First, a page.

The Greater Good Science Center (GGSC) is part of University of California at Berkeley’s Institute of Human Development, which has been an organized research unit of UC Berkeley since 1927. GGSC studies the psychology, sociology, and neuroscience of well-being, and teaches skills that foster a thriving, resilient, and compassionate society. Read more »
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In the 1940s, it was cancer. In the ’80s, it was HIV. Today, the condition that’s battling pervasive social stigma is mental illness.
As with cancer and HIV in the past, the stigma comes at a high cost: millions of Americans go untreated because of misconceptions and shame. “Mental illness is much like cancer 75 years ago, because it’s scary and unpredictable. And because it’s still mysterious, people want to keep their distance,” says Stephen Hinshaw, PhD, vice chair for Psychology in UCSF’s Department of Psychiatry. Read more »
American Foundation for Suicide Prevention (AFSP) is a national-scope not-for-profit organization dedicated to understanding and preventing suicide through research, education and advocacy.
AFSP raises awareness and provides resources and aid to those affected by suicide by focusing on five key areas Read more »
Adolescent Counseling Services teamed up with the Peninsula’s top mental health professionals to share their expertise on communication with teens.
Ninety-Nine Tips for Talking With Your Teenager is a free guidebook that offers practical, concrete tips written by local therapists skilled in helping parents of young people ages eleven to nineteen years old. Read more »
What does it feel like to have a child with mental illness?
“When our daughter was diagnosed with OCD and clinical depression at age 12, we discussed treatment options with the psychiatrist. At first, we were wary of medication, as most parents are. “If your child had type 1 diabetes, wouldn’t you give her insulin?” the doctor asked. “This is a disease—in fact it’s a life threatening disease. Medication is required. And so is regular therapy.”
And that was the beginning of our journey to understanding that our daughter has an illness, it needs to be treated, and she requires ongoing special care.” Read more »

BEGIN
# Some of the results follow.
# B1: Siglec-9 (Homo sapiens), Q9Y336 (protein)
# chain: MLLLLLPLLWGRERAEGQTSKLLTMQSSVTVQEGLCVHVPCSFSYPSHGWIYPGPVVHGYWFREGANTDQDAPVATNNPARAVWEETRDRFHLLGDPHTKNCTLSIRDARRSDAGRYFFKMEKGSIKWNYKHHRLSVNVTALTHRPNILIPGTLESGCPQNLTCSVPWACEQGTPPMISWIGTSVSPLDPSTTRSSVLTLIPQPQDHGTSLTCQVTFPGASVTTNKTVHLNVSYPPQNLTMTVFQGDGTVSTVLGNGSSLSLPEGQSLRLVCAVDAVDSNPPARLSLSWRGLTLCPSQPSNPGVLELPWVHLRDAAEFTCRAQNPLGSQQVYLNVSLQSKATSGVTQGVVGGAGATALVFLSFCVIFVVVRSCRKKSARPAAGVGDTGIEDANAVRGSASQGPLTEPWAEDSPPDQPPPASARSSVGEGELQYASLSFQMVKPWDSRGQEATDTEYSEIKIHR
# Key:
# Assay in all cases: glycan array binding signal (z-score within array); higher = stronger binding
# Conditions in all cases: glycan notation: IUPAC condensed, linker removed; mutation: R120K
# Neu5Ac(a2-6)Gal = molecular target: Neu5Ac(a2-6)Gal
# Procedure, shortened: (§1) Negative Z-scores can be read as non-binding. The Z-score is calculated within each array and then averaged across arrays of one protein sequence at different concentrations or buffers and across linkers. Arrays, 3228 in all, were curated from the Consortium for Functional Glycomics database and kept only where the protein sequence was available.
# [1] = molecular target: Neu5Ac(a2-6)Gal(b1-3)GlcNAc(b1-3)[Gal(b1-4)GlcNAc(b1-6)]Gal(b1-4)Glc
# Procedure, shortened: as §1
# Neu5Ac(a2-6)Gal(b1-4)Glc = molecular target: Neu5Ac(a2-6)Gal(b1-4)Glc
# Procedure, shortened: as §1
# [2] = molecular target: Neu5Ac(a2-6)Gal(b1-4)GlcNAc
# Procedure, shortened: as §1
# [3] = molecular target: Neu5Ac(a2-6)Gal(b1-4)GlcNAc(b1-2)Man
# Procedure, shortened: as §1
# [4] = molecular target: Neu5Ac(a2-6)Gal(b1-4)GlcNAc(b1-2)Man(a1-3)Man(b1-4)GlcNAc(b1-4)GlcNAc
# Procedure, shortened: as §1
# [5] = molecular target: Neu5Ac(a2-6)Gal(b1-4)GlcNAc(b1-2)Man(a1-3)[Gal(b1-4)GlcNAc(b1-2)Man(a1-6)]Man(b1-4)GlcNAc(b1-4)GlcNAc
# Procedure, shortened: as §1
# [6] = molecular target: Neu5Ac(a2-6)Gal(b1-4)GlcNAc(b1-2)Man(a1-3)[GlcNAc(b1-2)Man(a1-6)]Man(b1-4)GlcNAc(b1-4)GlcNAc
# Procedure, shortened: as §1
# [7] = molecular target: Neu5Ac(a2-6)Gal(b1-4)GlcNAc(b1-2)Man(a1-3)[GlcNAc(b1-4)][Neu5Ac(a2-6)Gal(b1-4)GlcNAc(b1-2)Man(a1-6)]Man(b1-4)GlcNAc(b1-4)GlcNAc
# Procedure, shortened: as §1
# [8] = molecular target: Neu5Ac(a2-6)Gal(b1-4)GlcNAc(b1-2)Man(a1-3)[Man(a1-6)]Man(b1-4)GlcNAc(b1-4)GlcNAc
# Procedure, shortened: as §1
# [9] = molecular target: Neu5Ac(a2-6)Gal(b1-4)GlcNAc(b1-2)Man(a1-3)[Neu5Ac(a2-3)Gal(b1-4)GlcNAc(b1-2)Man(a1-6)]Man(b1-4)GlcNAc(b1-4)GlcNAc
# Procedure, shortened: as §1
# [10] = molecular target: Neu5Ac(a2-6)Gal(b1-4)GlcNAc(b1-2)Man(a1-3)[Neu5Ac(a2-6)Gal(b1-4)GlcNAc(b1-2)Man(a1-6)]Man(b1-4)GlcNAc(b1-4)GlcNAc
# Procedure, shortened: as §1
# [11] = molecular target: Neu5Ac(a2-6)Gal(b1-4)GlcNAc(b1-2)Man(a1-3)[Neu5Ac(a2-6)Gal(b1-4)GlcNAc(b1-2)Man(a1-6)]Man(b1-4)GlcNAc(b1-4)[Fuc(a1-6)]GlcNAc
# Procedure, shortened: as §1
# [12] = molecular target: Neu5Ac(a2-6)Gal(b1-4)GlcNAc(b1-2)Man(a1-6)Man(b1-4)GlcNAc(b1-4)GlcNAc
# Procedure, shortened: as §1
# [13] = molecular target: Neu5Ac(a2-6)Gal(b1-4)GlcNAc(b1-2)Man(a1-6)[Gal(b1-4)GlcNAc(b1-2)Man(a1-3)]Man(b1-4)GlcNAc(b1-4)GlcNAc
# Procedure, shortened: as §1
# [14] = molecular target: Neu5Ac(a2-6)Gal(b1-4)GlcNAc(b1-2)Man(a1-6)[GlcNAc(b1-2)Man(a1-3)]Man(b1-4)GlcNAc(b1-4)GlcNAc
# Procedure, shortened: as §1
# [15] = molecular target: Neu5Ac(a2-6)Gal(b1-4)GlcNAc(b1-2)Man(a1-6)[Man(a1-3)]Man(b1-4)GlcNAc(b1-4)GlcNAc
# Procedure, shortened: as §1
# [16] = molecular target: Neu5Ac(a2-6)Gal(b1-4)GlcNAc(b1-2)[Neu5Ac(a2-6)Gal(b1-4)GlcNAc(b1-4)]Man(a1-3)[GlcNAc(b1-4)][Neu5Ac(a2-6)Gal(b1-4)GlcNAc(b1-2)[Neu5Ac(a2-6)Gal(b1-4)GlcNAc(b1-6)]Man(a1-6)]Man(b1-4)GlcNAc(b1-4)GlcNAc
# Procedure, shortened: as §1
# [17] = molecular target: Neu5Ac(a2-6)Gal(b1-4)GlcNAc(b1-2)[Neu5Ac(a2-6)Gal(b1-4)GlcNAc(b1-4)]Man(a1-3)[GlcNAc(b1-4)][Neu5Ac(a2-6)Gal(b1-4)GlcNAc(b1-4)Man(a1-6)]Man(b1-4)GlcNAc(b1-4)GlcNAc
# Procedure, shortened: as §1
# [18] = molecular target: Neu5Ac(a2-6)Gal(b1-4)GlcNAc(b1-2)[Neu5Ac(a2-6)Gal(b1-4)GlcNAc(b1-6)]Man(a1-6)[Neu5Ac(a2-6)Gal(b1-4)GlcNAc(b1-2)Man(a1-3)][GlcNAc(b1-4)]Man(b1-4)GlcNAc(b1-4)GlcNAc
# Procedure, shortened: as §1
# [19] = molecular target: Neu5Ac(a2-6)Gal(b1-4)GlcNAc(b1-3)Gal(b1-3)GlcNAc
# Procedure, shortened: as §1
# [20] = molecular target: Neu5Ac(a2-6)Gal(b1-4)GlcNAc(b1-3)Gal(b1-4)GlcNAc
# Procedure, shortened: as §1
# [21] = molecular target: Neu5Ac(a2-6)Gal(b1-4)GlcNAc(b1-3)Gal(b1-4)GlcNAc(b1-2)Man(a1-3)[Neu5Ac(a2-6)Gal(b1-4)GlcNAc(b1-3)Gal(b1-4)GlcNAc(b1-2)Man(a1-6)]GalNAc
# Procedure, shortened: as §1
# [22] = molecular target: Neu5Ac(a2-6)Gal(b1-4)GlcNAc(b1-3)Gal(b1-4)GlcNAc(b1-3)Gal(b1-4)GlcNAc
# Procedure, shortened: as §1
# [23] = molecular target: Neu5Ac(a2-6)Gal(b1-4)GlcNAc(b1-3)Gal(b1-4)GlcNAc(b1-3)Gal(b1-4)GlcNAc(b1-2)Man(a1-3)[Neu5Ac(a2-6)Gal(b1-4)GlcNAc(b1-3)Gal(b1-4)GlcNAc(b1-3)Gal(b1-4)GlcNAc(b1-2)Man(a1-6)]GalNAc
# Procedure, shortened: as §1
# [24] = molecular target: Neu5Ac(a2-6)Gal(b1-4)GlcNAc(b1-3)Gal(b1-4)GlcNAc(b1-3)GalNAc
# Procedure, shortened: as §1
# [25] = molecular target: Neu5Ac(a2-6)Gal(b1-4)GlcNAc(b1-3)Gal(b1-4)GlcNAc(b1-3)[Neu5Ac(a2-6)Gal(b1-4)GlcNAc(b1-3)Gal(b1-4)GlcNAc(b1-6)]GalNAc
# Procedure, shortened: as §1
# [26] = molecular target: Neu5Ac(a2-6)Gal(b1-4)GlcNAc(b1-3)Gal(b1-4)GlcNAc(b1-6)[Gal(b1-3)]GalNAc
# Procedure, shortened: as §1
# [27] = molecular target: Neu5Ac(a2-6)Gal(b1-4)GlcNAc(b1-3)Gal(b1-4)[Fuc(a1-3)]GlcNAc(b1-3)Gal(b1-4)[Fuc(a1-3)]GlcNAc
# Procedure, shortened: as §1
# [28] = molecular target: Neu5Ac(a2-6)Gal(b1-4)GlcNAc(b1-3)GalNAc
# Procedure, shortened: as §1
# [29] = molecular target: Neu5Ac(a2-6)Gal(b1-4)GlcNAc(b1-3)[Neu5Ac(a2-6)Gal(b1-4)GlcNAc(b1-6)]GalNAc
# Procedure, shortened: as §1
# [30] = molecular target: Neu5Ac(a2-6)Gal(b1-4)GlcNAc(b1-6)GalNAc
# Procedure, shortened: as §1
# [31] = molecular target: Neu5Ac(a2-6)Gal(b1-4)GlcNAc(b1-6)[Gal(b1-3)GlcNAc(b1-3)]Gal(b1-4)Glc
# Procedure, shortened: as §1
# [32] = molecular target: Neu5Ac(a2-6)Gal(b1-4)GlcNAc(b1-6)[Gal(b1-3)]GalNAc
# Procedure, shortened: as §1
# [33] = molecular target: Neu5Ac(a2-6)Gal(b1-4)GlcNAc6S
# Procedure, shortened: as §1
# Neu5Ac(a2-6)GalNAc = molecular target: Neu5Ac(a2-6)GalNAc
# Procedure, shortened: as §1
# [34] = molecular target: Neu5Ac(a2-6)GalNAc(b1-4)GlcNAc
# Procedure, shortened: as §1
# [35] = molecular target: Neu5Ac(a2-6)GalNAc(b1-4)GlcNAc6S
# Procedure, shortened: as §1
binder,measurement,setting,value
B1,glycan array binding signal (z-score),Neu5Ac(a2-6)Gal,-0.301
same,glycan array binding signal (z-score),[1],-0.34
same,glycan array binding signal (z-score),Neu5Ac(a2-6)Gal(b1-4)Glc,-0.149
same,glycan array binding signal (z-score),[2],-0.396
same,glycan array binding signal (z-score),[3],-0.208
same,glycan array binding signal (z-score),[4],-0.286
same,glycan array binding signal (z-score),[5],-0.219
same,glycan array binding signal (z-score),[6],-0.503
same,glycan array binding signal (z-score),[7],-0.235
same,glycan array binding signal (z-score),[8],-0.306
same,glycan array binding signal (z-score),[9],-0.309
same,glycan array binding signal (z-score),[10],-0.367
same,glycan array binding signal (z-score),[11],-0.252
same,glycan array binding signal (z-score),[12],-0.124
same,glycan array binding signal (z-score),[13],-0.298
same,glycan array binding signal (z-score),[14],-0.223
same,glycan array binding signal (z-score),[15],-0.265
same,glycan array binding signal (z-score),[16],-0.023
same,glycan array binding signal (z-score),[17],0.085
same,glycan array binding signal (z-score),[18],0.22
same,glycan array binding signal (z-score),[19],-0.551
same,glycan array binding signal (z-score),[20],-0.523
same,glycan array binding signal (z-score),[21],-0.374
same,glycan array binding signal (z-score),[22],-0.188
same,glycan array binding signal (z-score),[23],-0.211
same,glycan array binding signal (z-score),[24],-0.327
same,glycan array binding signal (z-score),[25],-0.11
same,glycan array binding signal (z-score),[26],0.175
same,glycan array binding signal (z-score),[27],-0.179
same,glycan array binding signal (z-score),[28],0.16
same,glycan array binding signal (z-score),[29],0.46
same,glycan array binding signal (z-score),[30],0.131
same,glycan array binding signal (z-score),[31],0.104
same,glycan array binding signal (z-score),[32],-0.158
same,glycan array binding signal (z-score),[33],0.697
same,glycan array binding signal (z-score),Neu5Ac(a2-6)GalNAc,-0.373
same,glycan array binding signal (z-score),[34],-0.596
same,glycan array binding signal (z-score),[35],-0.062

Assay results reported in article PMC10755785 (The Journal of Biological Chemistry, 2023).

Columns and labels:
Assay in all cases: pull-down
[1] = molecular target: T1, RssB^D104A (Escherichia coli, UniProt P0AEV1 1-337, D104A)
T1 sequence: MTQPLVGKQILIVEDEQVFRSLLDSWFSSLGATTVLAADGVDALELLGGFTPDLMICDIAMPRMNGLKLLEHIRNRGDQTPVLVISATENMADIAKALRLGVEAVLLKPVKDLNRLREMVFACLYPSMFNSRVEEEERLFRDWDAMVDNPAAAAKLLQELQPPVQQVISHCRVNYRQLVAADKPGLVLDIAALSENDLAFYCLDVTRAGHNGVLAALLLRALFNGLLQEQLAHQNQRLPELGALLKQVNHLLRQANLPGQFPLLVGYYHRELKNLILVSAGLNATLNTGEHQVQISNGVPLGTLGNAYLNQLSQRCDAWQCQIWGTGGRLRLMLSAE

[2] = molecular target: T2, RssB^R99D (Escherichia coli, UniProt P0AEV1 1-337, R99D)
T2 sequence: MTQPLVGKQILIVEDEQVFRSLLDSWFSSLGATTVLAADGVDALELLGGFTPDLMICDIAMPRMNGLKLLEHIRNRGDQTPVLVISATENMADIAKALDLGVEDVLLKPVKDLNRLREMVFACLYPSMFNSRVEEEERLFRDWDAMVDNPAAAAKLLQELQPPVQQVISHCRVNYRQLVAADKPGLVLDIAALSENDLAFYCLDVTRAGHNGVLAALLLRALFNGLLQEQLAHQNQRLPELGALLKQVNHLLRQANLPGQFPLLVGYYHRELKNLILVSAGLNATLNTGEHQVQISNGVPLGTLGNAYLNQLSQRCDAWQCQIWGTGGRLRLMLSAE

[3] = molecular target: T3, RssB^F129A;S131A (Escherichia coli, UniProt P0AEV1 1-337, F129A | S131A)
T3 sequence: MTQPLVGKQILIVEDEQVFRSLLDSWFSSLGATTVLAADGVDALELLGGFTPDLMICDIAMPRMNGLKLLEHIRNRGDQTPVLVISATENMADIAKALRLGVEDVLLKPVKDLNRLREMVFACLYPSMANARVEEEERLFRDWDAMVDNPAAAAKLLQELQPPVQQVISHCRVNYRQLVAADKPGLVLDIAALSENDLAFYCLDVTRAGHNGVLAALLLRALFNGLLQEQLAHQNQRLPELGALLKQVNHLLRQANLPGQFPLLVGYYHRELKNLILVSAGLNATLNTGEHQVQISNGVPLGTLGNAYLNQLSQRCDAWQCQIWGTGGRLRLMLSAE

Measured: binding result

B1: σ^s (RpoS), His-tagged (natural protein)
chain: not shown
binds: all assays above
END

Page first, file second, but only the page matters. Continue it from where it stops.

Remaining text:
Major depressive disorder (MDD) is severe form of depression that lasts longer than two weeks and interferes with a person’s ability to function at home, at school, and interact with friends and family.
In February 2016, the U.S. Preventive Services Task Force recommended that physicians routinely screen children between 12 and 18 for major depressive disorder (MDD) “with adequate systems in place to ensure accurate diagnosis, effective treatment, and appropriate follow-up.” Read more »
A federal task force has recommended that physicians routinely screen children between 12 and 18 for depression and have systems in place either to diagnose, treat and monitor those who screen positive or to refer them to specialists who can. Read more »
There is no single cause of suicide — the act can arise from any combination of multiple factors — biological, environmental, psychological and situational. As a community, we agree that whatever can be done to mitigate these factors must be done; where we disagree, however, is where one might expect: What does “whatever can be done” entail?
According to the CDC, as many as 70 percent of high school students do not get enough sleep.
For decades, information about the importance of sleep has been targeted at parents and school boards. But now, Stanford University’s Center for Sleep Sciences is attempting to tackle the issue by taking their message directly to teens. Read more »